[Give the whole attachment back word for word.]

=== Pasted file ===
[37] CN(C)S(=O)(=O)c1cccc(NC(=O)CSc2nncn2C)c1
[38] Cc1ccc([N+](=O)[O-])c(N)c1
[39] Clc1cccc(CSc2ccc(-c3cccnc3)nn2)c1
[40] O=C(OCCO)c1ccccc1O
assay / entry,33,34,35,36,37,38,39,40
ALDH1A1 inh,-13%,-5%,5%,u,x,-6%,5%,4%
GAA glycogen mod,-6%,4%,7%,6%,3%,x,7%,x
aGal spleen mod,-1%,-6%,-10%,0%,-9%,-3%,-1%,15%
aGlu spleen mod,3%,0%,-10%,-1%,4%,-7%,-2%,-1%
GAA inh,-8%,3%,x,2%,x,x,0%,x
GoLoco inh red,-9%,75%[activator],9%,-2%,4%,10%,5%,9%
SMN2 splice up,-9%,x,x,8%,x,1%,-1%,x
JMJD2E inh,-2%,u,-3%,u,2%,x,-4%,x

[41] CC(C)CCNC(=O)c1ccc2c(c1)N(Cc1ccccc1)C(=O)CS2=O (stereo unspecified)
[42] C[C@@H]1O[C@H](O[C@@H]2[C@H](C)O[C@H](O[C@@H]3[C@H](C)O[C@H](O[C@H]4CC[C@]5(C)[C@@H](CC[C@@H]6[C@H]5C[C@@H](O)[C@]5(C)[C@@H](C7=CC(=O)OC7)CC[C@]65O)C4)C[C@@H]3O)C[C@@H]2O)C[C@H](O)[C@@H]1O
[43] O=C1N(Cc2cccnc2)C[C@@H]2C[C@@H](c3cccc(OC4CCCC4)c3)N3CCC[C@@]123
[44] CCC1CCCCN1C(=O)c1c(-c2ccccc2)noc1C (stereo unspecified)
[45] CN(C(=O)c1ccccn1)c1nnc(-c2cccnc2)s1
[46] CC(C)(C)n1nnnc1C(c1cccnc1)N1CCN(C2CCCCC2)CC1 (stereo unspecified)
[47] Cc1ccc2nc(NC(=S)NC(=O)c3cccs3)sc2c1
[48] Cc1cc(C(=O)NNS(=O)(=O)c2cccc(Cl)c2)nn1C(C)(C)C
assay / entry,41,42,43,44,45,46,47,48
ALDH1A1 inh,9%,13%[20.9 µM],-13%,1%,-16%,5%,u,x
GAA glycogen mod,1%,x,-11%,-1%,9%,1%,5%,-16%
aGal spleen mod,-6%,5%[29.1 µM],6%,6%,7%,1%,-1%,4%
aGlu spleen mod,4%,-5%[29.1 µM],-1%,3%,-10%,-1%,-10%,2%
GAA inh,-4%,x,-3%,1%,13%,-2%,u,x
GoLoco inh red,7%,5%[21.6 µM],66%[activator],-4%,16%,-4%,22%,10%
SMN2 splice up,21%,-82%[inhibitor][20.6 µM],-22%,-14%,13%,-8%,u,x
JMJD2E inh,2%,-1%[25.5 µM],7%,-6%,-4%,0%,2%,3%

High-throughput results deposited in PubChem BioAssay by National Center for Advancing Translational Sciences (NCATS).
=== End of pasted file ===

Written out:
[37] CN(C)S(=O)(=O)c1cccc(NC(=O)CSc2nncn2C)c1
[38] Cc1ccc([N+](=O)[O-])c(N)c1
[39] Clc1cccc(CSc2ccc(-c3cccnc3)nn2)c1
[40] O=C(OCCO)c1ccccc1O
assay / entry,33,34,35,36,37,38,39,40
ALDH1A1 inh,-13%,-5%,5%,u,x,-6%,5%,4%
GAA glycogen mod,-6%,4%,7%,6%,3%,x,7%,x
aGal spleen mod,-1%,-6%,-10%,0%,-9%,-3%,-1%,15%
aGlu spleen mod,3%,0%,-10%,-1%,4%,-7%,-2%,-1%
GAA inh,-8%,3%,x,2%,x,x,0%,x
GoLoco inh red,-9%,75%[activator],9%,-2%,4%,10%,5%,9%
SMN2 splice up,-9%,x,x,8%,x,1%,-1%,x
JMJD2E inh,-2%,u,-3%,u,2%,x,-4%,x

[41] CC(C)CCNC(=O)c1ccc2c(c1)N(Cc1ccccc1)C(=O)CS2=O (stereo unspecified)
[42] C[C@@H]1O[C@H](O[C@@H]2[C@H](C)O[C@H](O[C@@H]3[C@H](C)O[C@H](O[C@H]4CC[C@]5(C)[C@@H](CC[C@@H]6[C@H]5C[C@@H](O)[C@]5(C)[C@@H](C7=CC(=O)OC7)CC[C@]65O)C4)C[C@@H]3O)C[C@@H]2O)C[C@H](O)[C@@H]1O
[43] O=C1N(Cc2cccnc2)C[C@@H]2C[C@@H](c3cccc(OC4CCCC4)c3)N3CCC[C@@]123
[44] CCC1CCCCN1C(=O)c1c(-c2ccccc2)noc1C (stereo unspecified)
[45] CN(C(=O)c1ccccn1)c1nnc(-c2cccnc2)s1
[46] CC(C)(C)n1nnnc1C(c1cccnc1)N1CCN(C2CCCCC2)CC1 (stereo unspecified)
[47] Cc1ccc2nc(NC(=S)NC(=O)c3cccs3)sc2c1
[48] Cc1cc(C(=O)NNS(=O)(=O)c2cccc(Cl)c2)nn1C(C)(C)C
assay / entry,41,42,43,44,45,46,47,48
ALDH1A1 inh,9%,13%[20.9 µM],-13%,1%,-16%,5%,u,x
GAA glycogen mod,1%,x,-11%,-1%,9%,1%,5%,-16%
aGal spleen mod,-6%,5%[29.1 µM],6%,6%,7%,1%,-1%,4%
aGlu spleen mod,4%,-5%[29.1 µM],-1%,3%,-10%,-1%,-10%,2%
GAA inh,-4%,x,-3%,1%,13%,-2%,u,x
GoLoco inh red,7%,5%[21.6 µM],66%[activator],-4%,16%,-4%,22%,10%
SMN2 splice up,21%,-82%[inhibitor][20.6 µM],-22%,-14%,13%,-8%,u,x
JMJD2E inh,2%,-1%[25.5 µM],7%,-6%,-4%,0%,2%,3%

High-throughput results deposited in PubChem BioAssay by National Center for Advancing Translational Sciences (NCATS).